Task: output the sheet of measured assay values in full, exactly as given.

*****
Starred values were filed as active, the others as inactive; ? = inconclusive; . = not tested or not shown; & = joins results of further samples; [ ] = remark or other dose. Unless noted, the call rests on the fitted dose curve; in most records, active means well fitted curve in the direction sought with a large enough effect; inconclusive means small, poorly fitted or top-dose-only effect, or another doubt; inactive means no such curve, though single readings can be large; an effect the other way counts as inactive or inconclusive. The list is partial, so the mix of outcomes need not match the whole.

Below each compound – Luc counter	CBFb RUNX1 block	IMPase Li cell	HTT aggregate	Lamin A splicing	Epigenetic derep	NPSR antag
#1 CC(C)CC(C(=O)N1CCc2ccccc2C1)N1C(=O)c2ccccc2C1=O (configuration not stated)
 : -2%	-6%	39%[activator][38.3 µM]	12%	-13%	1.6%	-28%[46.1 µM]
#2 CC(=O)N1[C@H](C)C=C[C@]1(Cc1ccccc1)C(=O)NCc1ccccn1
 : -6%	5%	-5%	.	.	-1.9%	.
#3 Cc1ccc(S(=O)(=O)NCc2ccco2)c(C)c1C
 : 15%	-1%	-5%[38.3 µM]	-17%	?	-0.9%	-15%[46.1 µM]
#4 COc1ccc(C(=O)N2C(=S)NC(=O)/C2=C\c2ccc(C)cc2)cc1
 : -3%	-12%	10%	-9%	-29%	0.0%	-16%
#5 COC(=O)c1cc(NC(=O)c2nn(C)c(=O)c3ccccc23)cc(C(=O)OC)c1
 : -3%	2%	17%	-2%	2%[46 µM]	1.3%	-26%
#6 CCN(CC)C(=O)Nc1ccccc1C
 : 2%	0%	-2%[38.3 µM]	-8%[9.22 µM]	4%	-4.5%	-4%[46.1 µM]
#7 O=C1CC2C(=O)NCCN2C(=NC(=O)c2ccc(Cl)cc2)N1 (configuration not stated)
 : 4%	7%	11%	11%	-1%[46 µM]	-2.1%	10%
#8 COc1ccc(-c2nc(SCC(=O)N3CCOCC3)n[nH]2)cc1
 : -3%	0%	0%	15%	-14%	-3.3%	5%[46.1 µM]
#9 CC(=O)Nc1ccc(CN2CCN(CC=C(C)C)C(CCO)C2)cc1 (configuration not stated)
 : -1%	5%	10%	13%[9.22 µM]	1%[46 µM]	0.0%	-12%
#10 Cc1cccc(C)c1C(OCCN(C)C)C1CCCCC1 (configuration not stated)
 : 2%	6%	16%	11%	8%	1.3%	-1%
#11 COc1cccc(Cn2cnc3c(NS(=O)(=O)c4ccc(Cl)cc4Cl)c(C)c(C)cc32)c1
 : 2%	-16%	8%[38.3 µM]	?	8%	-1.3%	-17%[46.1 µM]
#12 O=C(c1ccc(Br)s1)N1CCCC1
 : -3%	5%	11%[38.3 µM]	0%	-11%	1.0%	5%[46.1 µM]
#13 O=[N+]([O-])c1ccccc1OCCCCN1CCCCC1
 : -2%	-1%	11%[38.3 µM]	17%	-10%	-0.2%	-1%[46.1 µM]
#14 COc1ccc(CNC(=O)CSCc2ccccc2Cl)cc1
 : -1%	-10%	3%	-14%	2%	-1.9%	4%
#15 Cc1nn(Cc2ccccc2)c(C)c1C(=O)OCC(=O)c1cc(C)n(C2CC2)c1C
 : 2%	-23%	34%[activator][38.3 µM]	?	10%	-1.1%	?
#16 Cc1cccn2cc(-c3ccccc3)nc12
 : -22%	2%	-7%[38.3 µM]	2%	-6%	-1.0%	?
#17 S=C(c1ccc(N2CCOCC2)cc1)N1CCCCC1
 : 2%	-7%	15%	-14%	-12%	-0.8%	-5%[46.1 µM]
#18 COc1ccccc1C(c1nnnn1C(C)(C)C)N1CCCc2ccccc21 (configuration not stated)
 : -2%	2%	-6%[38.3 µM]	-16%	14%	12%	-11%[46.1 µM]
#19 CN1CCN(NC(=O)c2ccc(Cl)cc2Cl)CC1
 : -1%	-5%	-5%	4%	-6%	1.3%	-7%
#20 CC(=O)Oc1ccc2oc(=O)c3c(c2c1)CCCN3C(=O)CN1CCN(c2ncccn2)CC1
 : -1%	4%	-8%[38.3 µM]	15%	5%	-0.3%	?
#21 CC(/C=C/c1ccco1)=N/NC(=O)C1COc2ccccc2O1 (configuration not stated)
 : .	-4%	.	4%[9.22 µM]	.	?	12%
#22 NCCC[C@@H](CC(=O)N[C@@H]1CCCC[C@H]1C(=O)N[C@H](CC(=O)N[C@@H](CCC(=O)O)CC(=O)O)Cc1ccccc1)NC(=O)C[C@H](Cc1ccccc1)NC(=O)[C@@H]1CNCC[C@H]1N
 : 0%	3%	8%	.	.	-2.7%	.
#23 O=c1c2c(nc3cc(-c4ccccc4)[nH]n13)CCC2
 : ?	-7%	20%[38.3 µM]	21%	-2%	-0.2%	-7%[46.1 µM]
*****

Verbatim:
Starred values were filed as active, the others as inactive; ? = inconclusive; . = not tested or not shown; & = joins results of further samples; [ ] = remark or other dose. Unless noted, the call rests on the fitted dose curve; in most records, active means well fitted curve in the direction sought with a large enough effect; inconclusive means small, poorly fitted or top-dose-only effect, or another doubt; inactive means no such curve, though single readings can be large; an effect the other way counts as inactive or inconclusive. The list is partial, so the mix of outcomes need not match the whole.

Below each compound – Luc counter	CBFb RUNX1 block	IMPase Li cell	HTT aggregate	Lamin A splicing	Epigenetic derep	NPSR antag
#1 CC(C)CC(C(=O)N1CCc2ccccc2C1)N1C(=O)c2ccccc2C1=O (configuration not stated)
 : -2%	-6%	39%[activator][38.3 µM]	12%	-13%	1.6%	-28%[46.1 µM]
#2 CC(=O)N1[C@H](C)C=C[C@]1(Cc1ccccc1)C(=O)NCc1ccccn1
 : -6%	5%	-5%	.	.	-1.9%	.
#3 Cc1ccc(S(=O)(=O)NCc2ccco2)c(C)c1C
 : 15%	-1%	-5%[38.3 µM]	-17%	?	-0.9%	-15%[46.1 µM]
#4 COc1ccc(C(=O)N2C(=S)NC(=O)/C2=C\c2ccc(C)cc2)cc1
 : -3%	-12%	10%	-9%	-29%	0.0%	-16%
#5 COC(=O)c1cc(NC(=O)c2nn(C)c(=O)c3ccccc23)cc(C(=O)OC)c1
 : -3%	2%	17%	-2%	2%[46 µM]	1.3%	-26%
#6 CCN(CC)C(=O)Nc1ccccc1C
 : 2%	0%	-2%[38.3 µM]	-8%[9.22 µM]	4%	-4.5%	-4%[46.1 µM]
#7 O=C1CC2C(=O)NCCN2C(=NC(=O)c2ccc(Cl)cc2)N1 (configuration not stated)
 : 4%	7%	11%	11%	-1%[46 µM]	-2.1%	10%
#8 COc1ccc(-c2nc(SCC(=O)N3CCOCC3)n[nH]2)cc1
 : -3%	0%	0%	15%	-14%	-3.3%	5%[46.1 µM]
#9 CC(=O)Nc1ccc(CN2CCN(CC=C(C)C)C(CCO)C2)cc1 (configuration not stated)
 : -1%	5%	10%	13%[9.22 µM]	1%[46 µM]	0.0%	-12%
#10 Cc1cccc(C)c1C(OCCN(C)C)C1CCCCC1 (configuration not stated)
 : 2%	6%	16%	11%	8%	1.3%	-1%
#11 COc1cccc(Cn2cnc3c(NS(=O)(=O)c4ccc(Cl)cc4Cl)c(C)c(C)cc32)c1
 : 2%	-16%	8%[38.3 µM]	?	8%	-1.3%	-17%[46.1 µM]
#12 O=C(c1ccc(Br)s1)N1CCCC1
 : -3%	5%	11%[38.3 µM]	0%	-11%	1.0%	5%[46.1 µM]
#13 O=[N+]([O-])c1ccccc1OCCCCN1CCCCC1
 : -2%	-1%	11%[38.3 µM]	17%	-10%	-0.2%	-1%[46.1 µM]
#14 COc1ccc(CNC(=O)CSCc2ccccc2Cl)cc1
 : -1%	-10%	3%	-14%	2%	-1.9%	4%
#15 Cc1nn(Cc2ccccc2)c(C)c1C(=O)OCC(=O)c1cc(C)n(C2CC2)c1C
 : 2%	-23%	34%[activator][38.3 µM]	?	10%	-1.1%	?
#16 Cc1cccn2cc(-c3ccccc3)nc12
 : -22%	2%	-7%[38.3 µM]	2%	-6%	-1.0%	?
#17 S=C(c1ccc(N2CCOCC2)cc1)N1CCCCC1
 : 2%	-7%	15%	-14%	-12%	-0.8%	-5%[46.1 µM]
#18 COc1ccccc1C(c1nnnn1C(C)(C)C)N1CCCc2ccccc21 (configuration not stated)
 : -2%	2%	-6%[38.3 µM]	-16%	14%	12%	-11%[46.1 µM]
#19 CN1CCN(NC(=O)c2ccc(Cl)cc2Cl)CC1
 : -1%	-5%	-5%	4%	-6%	1.3%	-7%
#20 CC(=O)Oc1ccc2oc(=O)c3c(c2c1)CCCN3C(=O)CN1CCN(c2ncccn2)CC1
 : -1%	4%	-8%[38.3 µM]	15%	5%	-0.3%	?
#21 CC(/C=C/c1ccco1)=N/NC(=O)C1COc2ccccc2O1 (configuration not stated)
 : .	-4%	.	4%[9.22 µM]	.	?	12%
#22 NCCC[C@@H](CC(=O)N[C@@H]1CCCC[C@H]1C(=O)N[C@H](CC(=O)N[C@@H](CCC(=O)O)CC(=O)O)Cc1ccccc1)NC(=O)C[C@H](Cc1ccccc1)NC(=O)[C@@H]1CNCC[C@H]1N
 : 0%	3%	8%	.	.	-2.7%	.
#23 O=c1c2c(nc3cc(-c4ccccc4)[nH]n13)CCC2
 : ?	-7%	20%[38.3 µM]	21%	-2%	-0.2%	-7%[46.1 µM]